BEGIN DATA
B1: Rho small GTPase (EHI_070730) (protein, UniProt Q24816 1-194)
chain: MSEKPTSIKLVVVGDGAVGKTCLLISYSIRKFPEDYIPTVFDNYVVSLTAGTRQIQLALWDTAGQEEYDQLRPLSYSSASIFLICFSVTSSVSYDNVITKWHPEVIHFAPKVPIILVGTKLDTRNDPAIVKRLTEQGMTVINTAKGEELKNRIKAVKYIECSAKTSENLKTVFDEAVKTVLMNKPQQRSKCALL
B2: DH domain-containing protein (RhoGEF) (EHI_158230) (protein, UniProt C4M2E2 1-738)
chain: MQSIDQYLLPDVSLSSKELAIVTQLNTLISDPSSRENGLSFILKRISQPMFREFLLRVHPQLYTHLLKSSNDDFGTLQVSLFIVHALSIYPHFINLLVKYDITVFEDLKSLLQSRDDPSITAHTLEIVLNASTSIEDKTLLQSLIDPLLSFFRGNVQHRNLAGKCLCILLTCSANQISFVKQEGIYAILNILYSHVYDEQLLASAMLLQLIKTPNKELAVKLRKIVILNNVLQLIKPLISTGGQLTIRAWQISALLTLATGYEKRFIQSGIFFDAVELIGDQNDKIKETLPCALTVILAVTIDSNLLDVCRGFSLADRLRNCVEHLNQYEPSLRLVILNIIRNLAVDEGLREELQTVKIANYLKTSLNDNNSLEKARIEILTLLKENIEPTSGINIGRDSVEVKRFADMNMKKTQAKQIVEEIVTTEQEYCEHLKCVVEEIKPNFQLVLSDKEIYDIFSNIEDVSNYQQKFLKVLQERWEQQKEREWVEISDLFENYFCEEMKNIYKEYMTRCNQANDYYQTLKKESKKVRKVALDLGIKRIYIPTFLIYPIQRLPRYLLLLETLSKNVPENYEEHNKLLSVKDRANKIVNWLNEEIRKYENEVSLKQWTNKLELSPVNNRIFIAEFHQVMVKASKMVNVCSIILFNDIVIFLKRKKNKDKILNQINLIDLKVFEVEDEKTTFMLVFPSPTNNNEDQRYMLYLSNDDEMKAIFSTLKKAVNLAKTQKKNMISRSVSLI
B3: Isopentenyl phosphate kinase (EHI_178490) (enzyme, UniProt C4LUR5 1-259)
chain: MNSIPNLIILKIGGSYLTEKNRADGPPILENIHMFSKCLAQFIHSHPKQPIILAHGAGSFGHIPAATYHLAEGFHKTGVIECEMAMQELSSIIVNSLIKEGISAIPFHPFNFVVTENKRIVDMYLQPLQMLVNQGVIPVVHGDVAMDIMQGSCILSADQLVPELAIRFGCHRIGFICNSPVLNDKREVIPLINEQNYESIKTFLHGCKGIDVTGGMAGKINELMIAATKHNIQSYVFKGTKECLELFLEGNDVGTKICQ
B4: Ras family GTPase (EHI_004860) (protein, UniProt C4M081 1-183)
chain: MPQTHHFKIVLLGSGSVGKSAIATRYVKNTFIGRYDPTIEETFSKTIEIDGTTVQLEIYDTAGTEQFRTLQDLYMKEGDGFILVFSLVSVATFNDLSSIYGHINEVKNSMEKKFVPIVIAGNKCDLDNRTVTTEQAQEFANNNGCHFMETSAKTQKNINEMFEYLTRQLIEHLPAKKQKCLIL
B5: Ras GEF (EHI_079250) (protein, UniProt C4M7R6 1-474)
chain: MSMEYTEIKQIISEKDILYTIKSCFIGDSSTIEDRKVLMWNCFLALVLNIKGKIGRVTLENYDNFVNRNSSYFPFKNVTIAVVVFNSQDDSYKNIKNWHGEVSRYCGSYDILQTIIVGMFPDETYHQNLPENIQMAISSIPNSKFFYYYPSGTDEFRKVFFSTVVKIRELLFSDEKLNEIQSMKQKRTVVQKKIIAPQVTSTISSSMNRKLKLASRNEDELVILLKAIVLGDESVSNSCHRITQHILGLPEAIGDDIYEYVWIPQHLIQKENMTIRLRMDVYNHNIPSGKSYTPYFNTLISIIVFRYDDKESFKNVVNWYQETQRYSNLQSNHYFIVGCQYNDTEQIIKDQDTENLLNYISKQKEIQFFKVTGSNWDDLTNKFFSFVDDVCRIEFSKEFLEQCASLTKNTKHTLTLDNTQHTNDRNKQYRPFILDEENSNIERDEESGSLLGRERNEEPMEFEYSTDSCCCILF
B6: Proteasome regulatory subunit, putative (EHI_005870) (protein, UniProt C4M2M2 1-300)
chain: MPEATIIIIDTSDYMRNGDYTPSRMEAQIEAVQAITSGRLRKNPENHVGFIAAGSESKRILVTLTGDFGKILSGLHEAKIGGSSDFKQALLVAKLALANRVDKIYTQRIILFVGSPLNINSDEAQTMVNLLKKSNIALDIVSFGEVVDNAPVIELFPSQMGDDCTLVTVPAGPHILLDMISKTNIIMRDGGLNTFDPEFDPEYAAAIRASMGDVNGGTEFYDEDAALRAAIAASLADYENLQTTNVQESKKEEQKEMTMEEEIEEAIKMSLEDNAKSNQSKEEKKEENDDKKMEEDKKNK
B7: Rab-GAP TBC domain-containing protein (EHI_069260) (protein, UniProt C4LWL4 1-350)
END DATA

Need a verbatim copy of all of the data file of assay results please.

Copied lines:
B1: Rho small GTPase (EHI_070730) (protein, UniProt Q24816 1-194)
chain: MSEKPTSIKLVVVGDGAVGKTCLLISYSIRKFPEDYIPTVFDNYVVSLTAGTRQIQLALWDTAGQEEYDQLRPLSYSSASIFLICFSVTSSVSYDNVITKWHPEVIHFAPKVPIILVGTKLDTRNDPAIVKRLTEQGMTVINTAKGEELKNRIKAVKYIECSAKTSENLKTVFDEAVKTVLMNKPQQRSKCALL
B2: DH domain-containing protein (RhoGEF) (EHI_158230) (protein, UniProt C4M2E2 1-738)
chain: MQSIDQYLLPDVSLSSKELAIVTQLNTLISDPSSRENGLSFILKRISQPMFREFLLRVHPQLYTHLLKSSNDDFGTLQVSLFIVHALSIYPHFINLLVKYDITVFEDLKSLLQSRDDPSITAHTLEIVLNASTSIEDKTLLQSLIDPLLSFFRGNVQHRNLAGKCLCILLTCSANQISFVKQEGIYAILNILYSHVYDEQLLASAMLLQLIKTPNKELAVKLRKIVILNNVLQLIKPLISTGGQLTIRAWQISALLTLATGYEKRFIQSGIFFDAVELIGDQNDKIKETLPCALTVILAVTIDSNLLDVCRGFSLADRLRNCVEHLNQYEPSLRLVILNIIRNLAVDEGLREELQTVKIANYLKTSLNDNNSLEKARIEILTLLKENIEPTSGINIGRDSVEVKRFADMNMKKTQAKQIVEEIVTTEQEYCEHLKCVVEEIKPNFQLVLSDKEIYDIFSNIEDVSNYQQKFLKVLQERWEQQKEREWVEISDLFENYFCEEMKNIYKEYMTRCNQANDYYQTLKKESKKVRKVALDLGIKRIYIPTFLIYPIQRLPRYLLLLETLSKNVPENYEEHNKLLSVKDRANKIVNWLNEEIRKYENEVSLKQWTNKLELSPVNNRIFIAEFHQVMVKASKMVNVCSIILFNDIVIFLKRKKNKDKILNQINLIDLKVFEVEDEKTTFMLVFPSPTNNNEDQRYMLYLSNDDEMKAIFSTLKKAVNLAKTQKKNMISRSVSLI
B3: Isopentenyl phosphate kinase (EHI_178490) (enzyme, UniProt C4LUR5 1-259)
chain: MNSIPNLIILKIGGSYLTEKNRADGPPILENIHMFSKCLAQFIHSHPKQPIILAHGAGSFGHIPAATYHLAEGFHKTGVIECEMAMQELSSIIVNSLIKEGISAIPFHPFNFVVTENKRIVDMYLQPLQMLVNQGVIPVVHGDVAMDIMQGSCILSADQLVPELAIRFGCHRIGFICNSPVLNDKREVIPLINEQNYESIKTFLHGCKGIDVTGGMAGKINELMIAATKHNIQSYVFKGTKECLELFLEGNDVGTKICQ
B4: Ras family GTPase (EHI_004860) (protein, UniProt C4M081 1-183)
chain: MPQTHHFKIVLLGSGSVGKSAIATRYVKNTFIGRYDPTIEETFSKTIEIDGTTVQLEIYDTAGTEQFRTLQDLYMKEGDGFILVFSLVSVATFNDLSSIYGHINEVKNSMEKKFVPIVIAGNKCDLDNRTVTTEQAQEFANNNGCHFMETSAKTQKNINEMFEYLTRQLIEHLPAKKQKCLIL
B5: Ras GEF (EHI_079250) (protein, UniProt C4M7R6 1-474)
chain: MSMEYTEIKQIISEKDILYTIKSCFIGDSSTIEDRKVLMWNCFLALVLNIKGKIGRVTLENYDNFVNRNSSYFPFKNVTIAVVVFNSQDDSYKNIKNWHGEVSRYCGSYDILQTIIVGMFPDETYHQNLPENIQMAISSIPNSKFFYYYPSGTDEFRKVFFSTVVKIRELLFSDEKLNEIQSMKQKRTVVQKKIIAPQVTSTISSSMNRKLKLASRNEDELVILLKAIVLGDESVSNSCHRITQHILGLPEAIGDDIYEYVWIPQHLIQKENMTIRLRMDVYNHNIPSGKSYTPYFNTLISIIVFRYDDKESFKNVVNWYQETQRYSNLQSNHYFIVGCQYNDTEQIIKDQDTENLLNYISKQKEIQFFKVTGSNWDDLTNKFFSFVDDVCRIEFSKEFLEQCASLTKNTKHTLTLDNTQHTNDRNKQYRPFILDEENSNIERDEESGSLLGRERNEEPMEFEYSTDSCCCILF
B6: Proteasome regulatory subunit, putative (EHI_005870) (protein, UniProt C4M2M2 1-300)
chain: MPEATIIIIDTSDYMRNGDYTPSRMEAQIEAVQAITSGRLRKNPENHVGFIAAGSESKRILVTLTGDFGKILSGLHEAKIGGSSDFKQALLVAKLALANRVDKIYTQRIILFVGSPLNINSDEAQTMVNLLKKSNIALDIVSFGEVVDNAPVIELFPSQMGDDCTLVTVPAGPHILLDMISKTNIIMRDGGLNTFDPEFDPEYAAAIRASMGDVNGGTEFYDEDAALRAAIAASLADYENLQTTNVQESKKEEQKEMTMEEEIEEAIKMSLEDNAKSNQSKEEKKEENDDKKMEEDKKNK
B7: Rab-GAP TBC domain-containing protein (EHI_069260) (protein, UniProt C4LWL4 1-350)